Thread: Session 22413: Breaking Up is Never Easy: Why Do Some Rifts Fail and Others Succeed?

Started: 2017-07-13 17:30:42
Last activity: 2017-07-13 17:30:42
Topics: AGU Meetings
Dear Colleagues,

Please consider submitting an abstract to session T005 “*Breaking Up is
Never Easy: Why Do Some Rifts Fail and Others Succeed?*” co-organized with
Tectonophysics, Geodesy, SEDI, Volcanology/Geochem/Petrology, Seismology.

https://agu.confex.com/agu/fm17/preliminaryview.cgi/Session22413

Abstracts are due August 2nd 23:59 EDT
http://airmail.calendar/2017-07-13%2010:28:48%20EDT

*Session ID:* 22413
*Session Description:*
The breakup of continents is a fundamental process of plate tectonics.
However, we have not yet identified the crucial ingredients that permit
complete rupture of strong continental lithosphere. Studies of continental
breakup are biased towards success stories - rifts that evolve to oceanic
spreading. Some extension episodes cease before this point, presumably in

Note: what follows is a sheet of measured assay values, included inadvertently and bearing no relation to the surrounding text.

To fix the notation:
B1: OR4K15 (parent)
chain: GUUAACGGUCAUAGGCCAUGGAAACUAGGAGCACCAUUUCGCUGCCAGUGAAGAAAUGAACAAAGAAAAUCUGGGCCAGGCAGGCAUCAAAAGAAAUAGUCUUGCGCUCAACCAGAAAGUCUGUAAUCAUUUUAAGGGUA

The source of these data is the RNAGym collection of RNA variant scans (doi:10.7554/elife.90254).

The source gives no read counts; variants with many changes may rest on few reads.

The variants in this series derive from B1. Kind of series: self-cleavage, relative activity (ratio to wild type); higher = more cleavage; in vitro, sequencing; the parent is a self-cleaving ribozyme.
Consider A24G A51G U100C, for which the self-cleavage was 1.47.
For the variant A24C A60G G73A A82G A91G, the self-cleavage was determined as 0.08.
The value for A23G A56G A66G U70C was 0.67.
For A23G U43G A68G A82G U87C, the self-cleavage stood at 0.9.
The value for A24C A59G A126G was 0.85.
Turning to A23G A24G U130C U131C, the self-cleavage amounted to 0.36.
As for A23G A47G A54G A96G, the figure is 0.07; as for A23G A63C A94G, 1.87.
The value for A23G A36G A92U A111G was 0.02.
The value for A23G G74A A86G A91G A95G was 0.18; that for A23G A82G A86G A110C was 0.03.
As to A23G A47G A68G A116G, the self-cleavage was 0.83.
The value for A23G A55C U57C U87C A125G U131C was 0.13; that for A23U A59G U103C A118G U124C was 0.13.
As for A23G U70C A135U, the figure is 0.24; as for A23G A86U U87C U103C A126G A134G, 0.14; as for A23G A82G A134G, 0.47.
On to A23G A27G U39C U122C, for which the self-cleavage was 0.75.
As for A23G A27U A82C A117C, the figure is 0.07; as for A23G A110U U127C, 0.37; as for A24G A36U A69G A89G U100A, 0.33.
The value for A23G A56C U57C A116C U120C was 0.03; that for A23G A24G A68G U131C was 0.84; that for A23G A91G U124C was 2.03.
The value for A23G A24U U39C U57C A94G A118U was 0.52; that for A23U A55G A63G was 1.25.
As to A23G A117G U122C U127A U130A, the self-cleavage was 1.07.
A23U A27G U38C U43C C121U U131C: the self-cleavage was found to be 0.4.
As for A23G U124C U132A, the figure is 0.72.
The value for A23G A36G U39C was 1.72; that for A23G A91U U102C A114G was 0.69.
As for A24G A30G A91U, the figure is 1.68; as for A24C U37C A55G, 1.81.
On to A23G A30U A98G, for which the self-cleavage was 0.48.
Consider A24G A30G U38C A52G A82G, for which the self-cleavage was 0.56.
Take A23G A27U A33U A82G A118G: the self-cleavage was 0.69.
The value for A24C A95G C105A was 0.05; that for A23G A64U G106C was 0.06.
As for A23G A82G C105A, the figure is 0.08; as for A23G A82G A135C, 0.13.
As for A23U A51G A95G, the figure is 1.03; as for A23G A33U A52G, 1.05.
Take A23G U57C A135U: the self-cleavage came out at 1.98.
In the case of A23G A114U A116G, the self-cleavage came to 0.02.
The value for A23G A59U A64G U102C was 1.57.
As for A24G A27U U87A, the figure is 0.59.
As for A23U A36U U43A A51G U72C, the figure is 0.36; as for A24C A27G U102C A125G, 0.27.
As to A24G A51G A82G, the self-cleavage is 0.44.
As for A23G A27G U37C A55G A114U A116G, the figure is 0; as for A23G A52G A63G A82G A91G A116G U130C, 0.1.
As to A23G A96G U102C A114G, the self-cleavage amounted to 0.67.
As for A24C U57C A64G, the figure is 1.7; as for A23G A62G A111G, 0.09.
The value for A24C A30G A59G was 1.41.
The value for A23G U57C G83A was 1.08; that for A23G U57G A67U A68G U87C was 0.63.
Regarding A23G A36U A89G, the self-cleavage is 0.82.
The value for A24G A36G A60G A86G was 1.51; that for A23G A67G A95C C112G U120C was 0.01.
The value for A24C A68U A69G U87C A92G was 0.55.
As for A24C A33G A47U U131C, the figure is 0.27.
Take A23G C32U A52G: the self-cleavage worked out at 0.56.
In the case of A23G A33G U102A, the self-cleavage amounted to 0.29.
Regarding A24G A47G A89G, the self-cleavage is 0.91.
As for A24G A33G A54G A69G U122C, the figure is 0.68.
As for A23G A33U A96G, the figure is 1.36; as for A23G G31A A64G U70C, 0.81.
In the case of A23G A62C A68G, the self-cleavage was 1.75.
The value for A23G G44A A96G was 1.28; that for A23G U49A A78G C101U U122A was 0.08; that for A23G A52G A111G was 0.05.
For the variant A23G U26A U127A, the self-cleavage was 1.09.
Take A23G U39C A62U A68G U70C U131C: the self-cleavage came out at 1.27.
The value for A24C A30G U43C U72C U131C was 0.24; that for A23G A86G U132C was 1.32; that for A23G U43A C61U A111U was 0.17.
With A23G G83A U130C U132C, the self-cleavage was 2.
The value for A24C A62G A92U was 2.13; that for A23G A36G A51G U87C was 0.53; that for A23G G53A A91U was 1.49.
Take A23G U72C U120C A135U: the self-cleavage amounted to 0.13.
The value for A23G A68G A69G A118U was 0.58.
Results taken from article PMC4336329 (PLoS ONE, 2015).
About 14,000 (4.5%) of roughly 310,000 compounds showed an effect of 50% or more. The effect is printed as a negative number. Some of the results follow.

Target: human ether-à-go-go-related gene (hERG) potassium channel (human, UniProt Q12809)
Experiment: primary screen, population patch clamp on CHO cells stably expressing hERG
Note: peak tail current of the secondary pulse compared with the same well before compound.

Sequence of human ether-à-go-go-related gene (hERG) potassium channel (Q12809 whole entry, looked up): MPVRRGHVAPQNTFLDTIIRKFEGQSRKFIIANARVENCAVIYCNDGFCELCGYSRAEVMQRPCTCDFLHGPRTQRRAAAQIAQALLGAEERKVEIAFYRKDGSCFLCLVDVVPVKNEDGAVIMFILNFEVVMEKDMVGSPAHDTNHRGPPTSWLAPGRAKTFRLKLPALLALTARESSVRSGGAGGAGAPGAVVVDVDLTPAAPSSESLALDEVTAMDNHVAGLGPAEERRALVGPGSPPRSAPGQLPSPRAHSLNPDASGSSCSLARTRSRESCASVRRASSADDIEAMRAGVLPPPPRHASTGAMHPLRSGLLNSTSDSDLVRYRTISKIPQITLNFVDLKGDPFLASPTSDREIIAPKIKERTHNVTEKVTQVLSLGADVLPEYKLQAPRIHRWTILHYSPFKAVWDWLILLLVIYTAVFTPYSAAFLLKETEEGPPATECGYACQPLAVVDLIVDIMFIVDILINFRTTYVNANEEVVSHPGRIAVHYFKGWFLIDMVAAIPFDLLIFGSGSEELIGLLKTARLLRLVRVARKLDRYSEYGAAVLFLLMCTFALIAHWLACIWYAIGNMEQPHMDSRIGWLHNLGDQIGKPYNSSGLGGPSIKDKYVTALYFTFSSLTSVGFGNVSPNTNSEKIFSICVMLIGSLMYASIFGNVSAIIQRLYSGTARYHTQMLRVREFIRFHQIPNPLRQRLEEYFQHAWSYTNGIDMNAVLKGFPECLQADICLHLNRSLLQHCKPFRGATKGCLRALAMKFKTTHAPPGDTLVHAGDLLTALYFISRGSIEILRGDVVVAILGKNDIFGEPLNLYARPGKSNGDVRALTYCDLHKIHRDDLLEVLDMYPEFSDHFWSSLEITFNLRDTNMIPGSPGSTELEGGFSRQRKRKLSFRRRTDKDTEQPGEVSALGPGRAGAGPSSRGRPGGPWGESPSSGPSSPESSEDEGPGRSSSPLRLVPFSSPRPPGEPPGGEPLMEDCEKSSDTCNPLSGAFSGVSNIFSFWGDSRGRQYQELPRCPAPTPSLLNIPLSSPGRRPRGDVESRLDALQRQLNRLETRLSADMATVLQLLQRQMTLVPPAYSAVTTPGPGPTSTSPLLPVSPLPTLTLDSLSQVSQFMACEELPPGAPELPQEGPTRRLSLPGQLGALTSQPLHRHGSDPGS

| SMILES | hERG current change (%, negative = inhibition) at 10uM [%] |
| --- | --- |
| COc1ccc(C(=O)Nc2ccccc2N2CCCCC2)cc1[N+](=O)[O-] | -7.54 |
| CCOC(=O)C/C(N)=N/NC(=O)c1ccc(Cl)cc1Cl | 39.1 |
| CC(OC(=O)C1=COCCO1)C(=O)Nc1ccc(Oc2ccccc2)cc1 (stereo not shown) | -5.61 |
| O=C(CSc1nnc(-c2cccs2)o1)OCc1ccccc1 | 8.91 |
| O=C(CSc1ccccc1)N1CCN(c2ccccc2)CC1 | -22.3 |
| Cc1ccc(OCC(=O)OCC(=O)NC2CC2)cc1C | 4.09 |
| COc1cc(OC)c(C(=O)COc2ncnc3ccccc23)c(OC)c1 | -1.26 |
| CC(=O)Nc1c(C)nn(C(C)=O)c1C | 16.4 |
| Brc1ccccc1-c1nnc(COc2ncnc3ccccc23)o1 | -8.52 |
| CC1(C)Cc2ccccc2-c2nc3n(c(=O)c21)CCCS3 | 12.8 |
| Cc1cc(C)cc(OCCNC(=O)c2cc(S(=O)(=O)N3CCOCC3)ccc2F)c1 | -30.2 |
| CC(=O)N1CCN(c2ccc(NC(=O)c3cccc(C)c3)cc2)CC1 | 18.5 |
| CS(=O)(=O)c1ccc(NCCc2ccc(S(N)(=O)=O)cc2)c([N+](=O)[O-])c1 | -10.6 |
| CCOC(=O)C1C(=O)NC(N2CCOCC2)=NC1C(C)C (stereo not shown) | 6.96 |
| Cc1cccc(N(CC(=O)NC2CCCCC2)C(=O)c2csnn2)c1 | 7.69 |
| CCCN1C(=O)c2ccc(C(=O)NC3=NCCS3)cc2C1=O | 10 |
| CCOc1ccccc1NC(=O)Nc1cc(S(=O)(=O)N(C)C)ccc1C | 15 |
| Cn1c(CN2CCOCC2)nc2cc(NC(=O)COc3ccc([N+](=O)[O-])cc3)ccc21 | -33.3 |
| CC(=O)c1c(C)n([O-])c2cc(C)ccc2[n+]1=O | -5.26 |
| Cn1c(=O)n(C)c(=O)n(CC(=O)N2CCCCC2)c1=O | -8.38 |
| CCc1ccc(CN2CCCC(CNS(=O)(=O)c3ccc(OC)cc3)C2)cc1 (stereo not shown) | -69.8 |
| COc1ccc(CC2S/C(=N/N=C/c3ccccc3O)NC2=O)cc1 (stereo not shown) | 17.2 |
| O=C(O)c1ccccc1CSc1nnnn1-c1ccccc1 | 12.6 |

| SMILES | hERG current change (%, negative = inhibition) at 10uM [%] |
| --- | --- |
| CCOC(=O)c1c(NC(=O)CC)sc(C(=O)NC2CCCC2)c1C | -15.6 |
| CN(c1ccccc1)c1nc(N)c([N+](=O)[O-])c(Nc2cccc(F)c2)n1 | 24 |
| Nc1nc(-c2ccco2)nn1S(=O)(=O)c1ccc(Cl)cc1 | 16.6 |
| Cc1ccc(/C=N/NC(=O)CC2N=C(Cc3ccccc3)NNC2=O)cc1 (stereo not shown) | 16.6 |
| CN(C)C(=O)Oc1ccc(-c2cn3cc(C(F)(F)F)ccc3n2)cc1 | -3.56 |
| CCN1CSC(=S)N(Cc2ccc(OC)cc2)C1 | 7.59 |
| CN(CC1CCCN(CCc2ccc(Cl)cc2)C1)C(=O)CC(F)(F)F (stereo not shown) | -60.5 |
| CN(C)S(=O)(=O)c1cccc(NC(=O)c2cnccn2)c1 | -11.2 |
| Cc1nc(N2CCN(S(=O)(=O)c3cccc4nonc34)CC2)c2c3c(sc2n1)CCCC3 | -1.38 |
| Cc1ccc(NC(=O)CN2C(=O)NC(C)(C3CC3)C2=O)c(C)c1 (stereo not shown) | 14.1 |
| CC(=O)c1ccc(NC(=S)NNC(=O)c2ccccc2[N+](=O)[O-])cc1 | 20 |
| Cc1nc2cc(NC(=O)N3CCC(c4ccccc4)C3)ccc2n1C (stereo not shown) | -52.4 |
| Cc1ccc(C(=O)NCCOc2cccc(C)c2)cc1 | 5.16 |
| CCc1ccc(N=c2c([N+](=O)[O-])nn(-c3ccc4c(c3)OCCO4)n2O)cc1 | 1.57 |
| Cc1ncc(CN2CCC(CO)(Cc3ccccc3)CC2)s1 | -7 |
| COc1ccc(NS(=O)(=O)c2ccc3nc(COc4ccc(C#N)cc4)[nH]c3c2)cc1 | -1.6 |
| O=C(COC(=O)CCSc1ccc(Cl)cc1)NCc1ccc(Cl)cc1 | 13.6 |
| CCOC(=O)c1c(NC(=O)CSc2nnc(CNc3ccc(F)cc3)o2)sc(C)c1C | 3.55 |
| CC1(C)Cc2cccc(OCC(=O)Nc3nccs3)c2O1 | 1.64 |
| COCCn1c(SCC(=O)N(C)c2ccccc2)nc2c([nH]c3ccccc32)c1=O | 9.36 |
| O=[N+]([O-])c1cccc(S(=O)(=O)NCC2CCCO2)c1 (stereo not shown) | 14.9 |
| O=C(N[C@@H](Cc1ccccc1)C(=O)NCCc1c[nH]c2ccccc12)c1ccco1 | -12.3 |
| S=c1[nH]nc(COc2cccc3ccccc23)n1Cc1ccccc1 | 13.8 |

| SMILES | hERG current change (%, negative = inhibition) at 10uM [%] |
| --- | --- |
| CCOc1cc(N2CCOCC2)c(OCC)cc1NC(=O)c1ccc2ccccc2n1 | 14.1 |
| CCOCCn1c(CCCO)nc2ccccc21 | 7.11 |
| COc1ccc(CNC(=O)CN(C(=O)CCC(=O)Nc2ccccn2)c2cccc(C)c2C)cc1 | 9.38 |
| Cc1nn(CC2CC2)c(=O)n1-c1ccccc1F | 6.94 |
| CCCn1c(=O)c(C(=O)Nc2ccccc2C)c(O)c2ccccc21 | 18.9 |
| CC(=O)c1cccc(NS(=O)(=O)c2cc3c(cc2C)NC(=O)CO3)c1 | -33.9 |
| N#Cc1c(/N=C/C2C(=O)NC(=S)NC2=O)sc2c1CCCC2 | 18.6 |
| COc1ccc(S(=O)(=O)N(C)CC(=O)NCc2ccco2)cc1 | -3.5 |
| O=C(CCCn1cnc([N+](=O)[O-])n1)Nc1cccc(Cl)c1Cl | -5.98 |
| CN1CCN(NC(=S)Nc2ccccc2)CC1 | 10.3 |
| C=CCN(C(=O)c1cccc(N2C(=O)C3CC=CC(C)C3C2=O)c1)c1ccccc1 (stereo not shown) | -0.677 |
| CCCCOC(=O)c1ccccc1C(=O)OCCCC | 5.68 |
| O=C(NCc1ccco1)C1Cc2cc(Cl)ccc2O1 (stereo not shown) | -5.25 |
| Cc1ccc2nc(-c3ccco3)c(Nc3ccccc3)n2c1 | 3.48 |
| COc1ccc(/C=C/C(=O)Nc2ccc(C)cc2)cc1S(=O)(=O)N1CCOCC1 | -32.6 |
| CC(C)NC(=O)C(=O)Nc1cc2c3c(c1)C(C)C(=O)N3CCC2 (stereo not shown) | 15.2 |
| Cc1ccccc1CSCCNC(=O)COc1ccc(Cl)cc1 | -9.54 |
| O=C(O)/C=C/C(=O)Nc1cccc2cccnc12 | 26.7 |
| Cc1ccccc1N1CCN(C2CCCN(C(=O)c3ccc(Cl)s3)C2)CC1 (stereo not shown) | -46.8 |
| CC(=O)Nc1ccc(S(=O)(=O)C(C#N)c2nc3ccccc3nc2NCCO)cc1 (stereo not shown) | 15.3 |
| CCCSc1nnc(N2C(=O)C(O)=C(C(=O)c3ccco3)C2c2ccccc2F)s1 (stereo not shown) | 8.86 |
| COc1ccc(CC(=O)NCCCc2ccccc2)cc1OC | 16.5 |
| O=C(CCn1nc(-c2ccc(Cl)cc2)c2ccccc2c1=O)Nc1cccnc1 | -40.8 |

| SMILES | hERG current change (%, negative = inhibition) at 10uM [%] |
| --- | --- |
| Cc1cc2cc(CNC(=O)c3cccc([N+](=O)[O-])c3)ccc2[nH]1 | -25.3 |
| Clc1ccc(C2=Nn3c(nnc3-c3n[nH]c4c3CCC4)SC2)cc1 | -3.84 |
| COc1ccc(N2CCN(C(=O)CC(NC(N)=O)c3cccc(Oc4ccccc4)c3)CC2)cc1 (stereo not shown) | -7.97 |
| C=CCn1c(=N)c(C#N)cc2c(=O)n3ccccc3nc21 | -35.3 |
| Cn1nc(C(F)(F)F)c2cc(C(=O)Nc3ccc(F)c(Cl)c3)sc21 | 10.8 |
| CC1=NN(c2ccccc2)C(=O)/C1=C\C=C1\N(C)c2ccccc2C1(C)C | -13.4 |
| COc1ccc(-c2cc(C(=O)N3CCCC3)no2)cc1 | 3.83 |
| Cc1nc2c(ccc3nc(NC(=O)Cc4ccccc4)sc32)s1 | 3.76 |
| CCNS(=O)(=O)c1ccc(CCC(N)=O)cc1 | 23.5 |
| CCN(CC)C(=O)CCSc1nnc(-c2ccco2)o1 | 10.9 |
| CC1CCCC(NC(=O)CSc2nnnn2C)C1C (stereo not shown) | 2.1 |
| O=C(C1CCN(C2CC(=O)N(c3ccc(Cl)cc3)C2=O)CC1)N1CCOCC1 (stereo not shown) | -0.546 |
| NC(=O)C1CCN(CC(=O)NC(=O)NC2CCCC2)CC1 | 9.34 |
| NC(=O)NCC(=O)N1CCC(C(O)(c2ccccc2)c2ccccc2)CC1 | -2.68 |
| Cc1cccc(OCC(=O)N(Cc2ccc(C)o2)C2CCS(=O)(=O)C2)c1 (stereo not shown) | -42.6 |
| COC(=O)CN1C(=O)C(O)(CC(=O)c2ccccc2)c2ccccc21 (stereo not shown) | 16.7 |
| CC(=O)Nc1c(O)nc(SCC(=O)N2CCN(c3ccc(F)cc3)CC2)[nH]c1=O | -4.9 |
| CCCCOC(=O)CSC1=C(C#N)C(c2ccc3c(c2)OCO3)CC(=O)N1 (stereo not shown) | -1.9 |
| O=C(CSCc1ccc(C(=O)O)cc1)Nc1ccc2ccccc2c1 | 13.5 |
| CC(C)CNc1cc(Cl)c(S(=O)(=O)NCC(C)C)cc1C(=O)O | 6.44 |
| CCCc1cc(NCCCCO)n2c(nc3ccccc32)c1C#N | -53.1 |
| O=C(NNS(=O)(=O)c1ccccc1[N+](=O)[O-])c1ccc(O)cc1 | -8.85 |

the absence of some fundamental process, initial condition(s), or forcing.
Investigations of “failed rifts” may help isolate key processes or
conditions that enable continental breakup, particularly when compared to
successful examples. Outstanding questions include: Does rift
success/failure depend on intrinsic or far-field properties? How do
pre-existing structure, magma, and volatiles influence rift initiation,
continuation, and extinction? Are failed rifts actually “paused rifts” that
can later be reactivated? Do analogous mechanical controls apply to extinct
seafloor spreading centers? We solicit contributions from diverse
geoscience perspectives, including geodesy, geodynamics,
geochemistry/petrology, volcanology, structural geology and seismology.

*Invited Speakers:*
Carol A. Stein - University of Illinois at Chicago
Sascha Brune - GFZ German Research Centre for Geosciences


We look forward to seeing you in New Orleans!
Zach Eilon, Natalie Accardo, James Muirhead, Sarah Stamps

17:08:40 v.ad6b513c